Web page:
Jesus likes doubters.

As a person of faith (especially faith in Jesus), I can’t ignore the hardest questions put forward by skeptics and seekers: Is there proof that God exists? Why even listen to the Bible when some of its teachings seem outright barbaric? And so on and so on.

I don’t think hard questions should be ignored, and I don’t think anyone should ever blame a question for being unsettling (that is, not shallow enough). But one thing I’ve wrestled with is this:

How can I be faithful to Jesus and love God when there are times I’m not sure He exists?

I don’t want to just pretend like everything’s fine, and I don’t want to lie by preaching a message that sometimes I’m not even sure I embrace. (For one thing, if God exists and you’re lying to people about what you believe, and God hates lying, that puts you in a tough spot!)

But earlier today, this thought hit me: In his final moments on earth, Jesus enlisted doubters to do his work.

Check Matthew 28. Jesus appears to his followers after his resurrection … and some of them still doubt him. I don’t know what else they needed to be trust Jesus fully, but clearly the Resurrection wasn’t enough.

But Jesus doesn’t wait for them to get their act together.

He didn’t measure everyone’s faith and kick out the ones who didn’t make the cut.

This group was nowhere close to having it all together … and Jesus still welcomed them. Still loved them. And still put them to work.

Their Lord, whom they doubted, commanded them to make disciples (students) out of all the nations, to baptize them in the name of the triune God who, in Jesus, had overcome sin and death for all of humanity.

Today, the church can look back over the last 2,000 years and be amazed that doubters and skeptics changed the world.

I don’t have the answers to the toughest questions of our faith. But the good news for people like me is, Jesus isn’t waiting for me to have everything answered before he beckons me to join him.

That’s not what he expects of me. Or you.

Still a ways to go.

“and you will know the truth, and the truth will set you free.”

John 8:32

I think one of the things that’s bound to disappoint anyone who follows Jesus is that you’re not going to be fixed in this lifetime.

You’re never going to completely do away with your issues and shrug off every sin as if you were kicking off a blanket.

We’re not promised that.

In this life, there will always be something for God to forgive in you. To work on in you. To confront you with. But in this life, we can rest in knowing that we are being set free. Slowly, painfully, surely, until the Day comes when He makes all things new, even ourselves.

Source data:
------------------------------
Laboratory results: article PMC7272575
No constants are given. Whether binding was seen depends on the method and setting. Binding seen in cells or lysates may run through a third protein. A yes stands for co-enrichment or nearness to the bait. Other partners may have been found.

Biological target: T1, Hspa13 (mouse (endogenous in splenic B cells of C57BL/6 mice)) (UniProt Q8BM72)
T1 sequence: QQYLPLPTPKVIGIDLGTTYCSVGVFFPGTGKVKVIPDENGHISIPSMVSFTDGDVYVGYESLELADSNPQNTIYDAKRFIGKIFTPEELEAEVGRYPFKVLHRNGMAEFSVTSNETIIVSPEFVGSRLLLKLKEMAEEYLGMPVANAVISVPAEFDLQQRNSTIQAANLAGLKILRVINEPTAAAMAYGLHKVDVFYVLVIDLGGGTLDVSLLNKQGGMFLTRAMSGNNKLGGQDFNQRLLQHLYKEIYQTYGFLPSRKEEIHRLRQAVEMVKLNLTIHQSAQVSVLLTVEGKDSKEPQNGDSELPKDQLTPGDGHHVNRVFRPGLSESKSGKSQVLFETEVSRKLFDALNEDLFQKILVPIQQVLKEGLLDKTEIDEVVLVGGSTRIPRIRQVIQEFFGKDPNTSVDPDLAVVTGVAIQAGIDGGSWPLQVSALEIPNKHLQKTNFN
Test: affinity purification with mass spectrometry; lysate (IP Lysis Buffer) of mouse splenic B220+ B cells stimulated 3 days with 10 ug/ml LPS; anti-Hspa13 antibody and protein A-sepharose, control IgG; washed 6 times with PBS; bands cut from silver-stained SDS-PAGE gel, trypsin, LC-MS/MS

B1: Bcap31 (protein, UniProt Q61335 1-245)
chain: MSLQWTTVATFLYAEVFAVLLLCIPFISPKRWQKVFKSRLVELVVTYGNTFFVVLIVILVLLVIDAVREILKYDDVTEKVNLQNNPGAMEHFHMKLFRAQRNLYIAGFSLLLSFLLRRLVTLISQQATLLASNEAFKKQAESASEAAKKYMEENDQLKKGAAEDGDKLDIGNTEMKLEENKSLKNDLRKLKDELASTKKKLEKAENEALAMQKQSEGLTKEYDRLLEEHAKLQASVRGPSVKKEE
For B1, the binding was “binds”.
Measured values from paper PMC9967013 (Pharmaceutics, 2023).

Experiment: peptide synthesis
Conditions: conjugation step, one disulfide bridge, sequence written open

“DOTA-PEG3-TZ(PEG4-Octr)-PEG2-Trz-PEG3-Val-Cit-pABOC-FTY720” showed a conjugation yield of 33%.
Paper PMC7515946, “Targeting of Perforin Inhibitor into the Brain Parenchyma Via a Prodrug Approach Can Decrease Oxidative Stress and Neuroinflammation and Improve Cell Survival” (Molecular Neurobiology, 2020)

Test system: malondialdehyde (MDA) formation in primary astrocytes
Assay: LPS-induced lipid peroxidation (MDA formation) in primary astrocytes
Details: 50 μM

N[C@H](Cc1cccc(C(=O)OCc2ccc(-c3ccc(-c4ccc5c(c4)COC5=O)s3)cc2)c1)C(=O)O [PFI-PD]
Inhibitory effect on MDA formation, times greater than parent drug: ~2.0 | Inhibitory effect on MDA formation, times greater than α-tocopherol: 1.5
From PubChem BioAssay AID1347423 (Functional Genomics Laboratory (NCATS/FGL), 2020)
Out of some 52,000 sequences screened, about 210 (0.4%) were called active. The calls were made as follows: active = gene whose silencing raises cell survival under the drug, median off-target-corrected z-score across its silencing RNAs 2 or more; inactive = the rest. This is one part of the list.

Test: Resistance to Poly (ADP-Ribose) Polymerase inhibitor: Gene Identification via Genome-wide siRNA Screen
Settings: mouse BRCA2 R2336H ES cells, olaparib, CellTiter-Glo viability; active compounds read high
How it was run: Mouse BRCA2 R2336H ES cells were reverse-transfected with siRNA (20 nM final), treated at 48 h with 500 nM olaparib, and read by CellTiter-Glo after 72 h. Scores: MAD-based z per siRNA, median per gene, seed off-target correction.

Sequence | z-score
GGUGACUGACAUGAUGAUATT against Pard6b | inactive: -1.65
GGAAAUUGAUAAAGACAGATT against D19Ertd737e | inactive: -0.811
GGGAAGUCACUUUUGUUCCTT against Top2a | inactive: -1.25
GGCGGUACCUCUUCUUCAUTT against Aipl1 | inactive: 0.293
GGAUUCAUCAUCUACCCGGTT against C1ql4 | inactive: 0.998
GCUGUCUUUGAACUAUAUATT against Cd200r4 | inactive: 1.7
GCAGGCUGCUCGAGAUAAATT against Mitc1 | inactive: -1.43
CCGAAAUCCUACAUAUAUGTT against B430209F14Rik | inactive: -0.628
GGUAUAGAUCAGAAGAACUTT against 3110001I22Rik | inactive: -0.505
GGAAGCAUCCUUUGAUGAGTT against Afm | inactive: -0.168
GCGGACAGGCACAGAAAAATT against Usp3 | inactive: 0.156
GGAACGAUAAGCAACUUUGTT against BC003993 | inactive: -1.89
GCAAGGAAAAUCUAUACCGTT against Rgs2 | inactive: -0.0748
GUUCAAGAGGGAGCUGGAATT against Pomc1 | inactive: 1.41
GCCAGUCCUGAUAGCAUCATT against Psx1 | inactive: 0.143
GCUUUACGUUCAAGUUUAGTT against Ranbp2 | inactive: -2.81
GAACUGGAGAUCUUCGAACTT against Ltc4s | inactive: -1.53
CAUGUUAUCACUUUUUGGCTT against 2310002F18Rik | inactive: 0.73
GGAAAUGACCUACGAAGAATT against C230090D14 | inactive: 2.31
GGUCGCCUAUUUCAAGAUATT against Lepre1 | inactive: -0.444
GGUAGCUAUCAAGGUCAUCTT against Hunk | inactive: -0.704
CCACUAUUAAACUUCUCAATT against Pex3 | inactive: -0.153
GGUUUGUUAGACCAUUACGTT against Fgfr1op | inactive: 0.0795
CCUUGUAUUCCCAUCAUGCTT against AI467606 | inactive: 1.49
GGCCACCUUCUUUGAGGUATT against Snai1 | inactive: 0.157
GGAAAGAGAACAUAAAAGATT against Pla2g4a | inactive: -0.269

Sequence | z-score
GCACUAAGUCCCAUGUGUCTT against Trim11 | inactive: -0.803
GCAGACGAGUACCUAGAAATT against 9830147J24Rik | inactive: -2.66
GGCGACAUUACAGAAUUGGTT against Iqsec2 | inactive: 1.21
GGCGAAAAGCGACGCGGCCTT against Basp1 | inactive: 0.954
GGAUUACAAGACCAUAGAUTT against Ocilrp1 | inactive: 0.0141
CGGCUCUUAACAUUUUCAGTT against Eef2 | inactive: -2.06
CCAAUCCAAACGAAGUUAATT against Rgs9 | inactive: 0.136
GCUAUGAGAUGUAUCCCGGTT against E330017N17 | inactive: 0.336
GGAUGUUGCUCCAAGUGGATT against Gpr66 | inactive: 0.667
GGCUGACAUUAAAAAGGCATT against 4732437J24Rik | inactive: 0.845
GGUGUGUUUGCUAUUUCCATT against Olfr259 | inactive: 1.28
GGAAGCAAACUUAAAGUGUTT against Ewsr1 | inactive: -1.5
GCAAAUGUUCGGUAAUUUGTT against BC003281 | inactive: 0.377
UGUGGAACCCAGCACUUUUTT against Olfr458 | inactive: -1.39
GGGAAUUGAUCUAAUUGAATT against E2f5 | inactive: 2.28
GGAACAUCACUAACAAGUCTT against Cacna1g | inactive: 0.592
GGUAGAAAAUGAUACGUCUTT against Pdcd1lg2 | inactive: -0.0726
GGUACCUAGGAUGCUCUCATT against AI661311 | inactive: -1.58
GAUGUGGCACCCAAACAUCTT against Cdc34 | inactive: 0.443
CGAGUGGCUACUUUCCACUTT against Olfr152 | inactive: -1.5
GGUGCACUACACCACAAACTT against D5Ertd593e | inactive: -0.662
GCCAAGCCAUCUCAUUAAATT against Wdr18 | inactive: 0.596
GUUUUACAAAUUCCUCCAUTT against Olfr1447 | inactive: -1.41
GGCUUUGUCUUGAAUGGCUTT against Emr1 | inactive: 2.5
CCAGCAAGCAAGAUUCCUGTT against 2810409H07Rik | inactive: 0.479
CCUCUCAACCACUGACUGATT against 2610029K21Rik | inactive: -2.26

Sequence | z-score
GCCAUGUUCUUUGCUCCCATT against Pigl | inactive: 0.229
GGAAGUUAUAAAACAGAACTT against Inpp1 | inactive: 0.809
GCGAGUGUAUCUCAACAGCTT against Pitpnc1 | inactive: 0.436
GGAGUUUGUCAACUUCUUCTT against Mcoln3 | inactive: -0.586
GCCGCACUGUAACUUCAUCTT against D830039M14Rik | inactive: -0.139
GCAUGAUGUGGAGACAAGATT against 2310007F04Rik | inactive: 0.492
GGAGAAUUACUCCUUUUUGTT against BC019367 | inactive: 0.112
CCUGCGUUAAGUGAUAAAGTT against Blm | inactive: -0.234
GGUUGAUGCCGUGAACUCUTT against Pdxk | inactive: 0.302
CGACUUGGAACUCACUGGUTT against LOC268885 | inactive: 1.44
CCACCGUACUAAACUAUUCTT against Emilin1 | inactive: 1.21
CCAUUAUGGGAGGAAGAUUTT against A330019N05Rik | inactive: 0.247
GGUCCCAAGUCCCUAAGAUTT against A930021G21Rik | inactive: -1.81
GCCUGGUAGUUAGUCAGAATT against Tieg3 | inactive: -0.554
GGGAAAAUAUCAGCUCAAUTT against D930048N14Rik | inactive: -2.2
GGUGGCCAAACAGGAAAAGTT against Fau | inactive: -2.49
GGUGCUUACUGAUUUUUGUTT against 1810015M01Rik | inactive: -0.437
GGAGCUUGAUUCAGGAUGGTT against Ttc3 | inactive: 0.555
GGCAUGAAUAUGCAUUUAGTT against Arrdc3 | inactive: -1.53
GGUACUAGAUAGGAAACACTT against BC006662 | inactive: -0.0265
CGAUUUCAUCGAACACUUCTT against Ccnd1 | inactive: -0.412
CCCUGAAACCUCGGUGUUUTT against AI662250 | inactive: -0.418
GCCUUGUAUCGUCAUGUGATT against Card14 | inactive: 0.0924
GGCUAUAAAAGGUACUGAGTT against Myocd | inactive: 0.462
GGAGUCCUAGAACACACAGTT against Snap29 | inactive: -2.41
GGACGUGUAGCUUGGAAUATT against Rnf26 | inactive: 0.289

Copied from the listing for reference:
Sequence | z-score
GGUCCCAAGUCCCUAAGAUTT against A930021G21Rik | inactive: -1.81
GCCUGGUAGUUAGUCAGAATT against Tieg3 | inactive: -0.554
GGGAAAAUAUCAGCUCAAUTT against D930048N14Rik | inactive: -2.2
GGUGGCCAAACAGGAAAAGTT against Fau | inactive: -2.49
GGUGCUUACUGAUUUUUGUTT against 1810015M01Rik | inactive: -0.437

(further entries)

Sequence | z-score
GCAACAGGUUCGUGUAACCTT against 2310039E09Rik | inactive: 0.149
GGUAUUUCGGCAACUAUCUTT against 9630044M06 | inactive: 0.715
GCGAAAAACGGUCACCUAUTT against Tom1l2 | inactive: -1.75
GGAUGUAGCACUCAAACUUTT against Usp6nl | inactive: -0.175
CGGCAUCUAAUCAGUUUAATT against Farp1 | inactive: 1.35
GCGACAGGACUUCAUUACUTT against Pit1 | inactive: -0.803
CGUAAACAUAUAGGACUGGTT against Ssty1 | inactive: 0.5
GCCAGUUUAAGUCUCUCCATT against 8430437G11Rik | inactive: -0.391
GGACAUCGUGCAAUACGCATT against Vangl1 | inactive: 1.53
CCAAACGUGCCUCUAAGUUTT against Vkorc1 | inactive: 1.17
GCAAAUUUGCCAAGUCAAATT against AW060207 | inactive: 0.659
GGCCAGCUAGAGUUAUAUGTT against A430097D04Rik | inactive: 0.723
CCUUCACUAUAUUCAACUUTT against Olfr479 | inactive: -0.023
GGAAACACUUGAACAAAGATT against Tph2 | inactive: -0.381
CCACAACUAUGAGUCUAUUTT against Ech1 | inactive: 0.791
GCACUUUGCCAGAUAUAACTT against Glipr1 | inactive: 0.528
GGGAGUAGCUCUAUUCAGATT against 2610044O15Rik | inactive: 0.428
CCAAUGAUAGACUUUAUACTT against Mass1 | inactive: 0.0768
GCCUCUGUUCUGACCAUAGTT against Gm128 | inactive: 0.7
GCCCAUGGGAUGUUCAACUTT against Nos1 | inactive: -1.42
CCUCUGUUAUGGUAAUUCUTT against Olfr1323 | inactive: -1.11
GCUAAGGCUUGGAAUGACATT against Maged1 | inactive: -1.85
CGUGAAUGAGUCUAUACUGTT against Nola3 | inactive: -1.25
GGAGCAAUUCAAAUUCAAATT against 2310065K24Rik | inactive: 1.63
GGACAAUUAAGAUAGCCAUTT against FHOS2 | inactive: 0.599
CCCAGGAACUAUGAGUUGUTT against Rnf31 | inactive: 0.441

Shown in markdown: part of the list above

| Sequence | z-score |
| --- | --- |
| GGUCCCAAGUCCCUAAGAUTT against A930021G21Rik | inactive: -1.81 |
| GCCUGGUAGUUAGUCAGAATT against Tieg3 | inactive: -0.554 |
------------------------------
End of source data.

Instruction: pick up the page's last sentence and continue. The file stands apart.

No matter how beaten down we are or how dirty of a past we bring with us on the journey, Jesus doesn’t give up on his followers. He’s in the fight with us.

Cool stuff on today’s Interwebs.

  • Politifact reviews President Obama’s campaign pledges on Afghanistan.
  • Internet Monk explores how to preach the story of Ananias and Sapphira (in Acts 5) without obscuring the Gospel.
  • Hemant Mehta takes Rick Warren to task for not directly opposing new Ugandan legislation that would make homosexuality punishable by death. Under this proposal, anyone who is aware of someone’s homosexuality and doesn’t report it in 24 hours could be arrested for their silence.
  • When Jon Acuff at SCL turns his talent toward Serious Wednesdays, you should check it out.
  • Looking for new blogs to read? So is Anne Jackson.
  • The Post Christian blog has some interesting thoughts on enemies. Pay particular attention to the beginning of the third-to-last paragraph.

Looking back.

I’m halfway through Don Miller’s most-recent book A Million Miles in a Thousand Years. In the spirit of making a better story for myself, I made a list of things I want out for my life.

Here’s what I came up with so far, things that I think I could look back on in 20 years and be proud of:

  • To marry a beautiful, inspiring woman
  • To write stories that move and excite people
  • To have more adventures (whatever shape they may take)
  • To be more giving with my money, regardless of how much I make at the time
  • To lose 30 pounds
  • To be courageous and take more risks, instead of letting fear poison my decisions (This probably can go along with taking adventures, but I wrote it separately earlier in my notebook, so I did it here, too.)
  • To be someone who lives such a life of love that it makes others think twice about their decision to stop trusting and following Jesus

When I put these together, I realized a pattern:

None of them have anything to do with material possessions.

Nothing about having a certain number of books or having gone to Starbucks by X amount of times. Getting a bigger paycheck would be nice, but it didn’t cross my mind when I compiled my list.

Jesus once told someone that “one’s life does not consist in the abundance of his possessions.”

In 20 years, I think I’ll have learned just how true that is.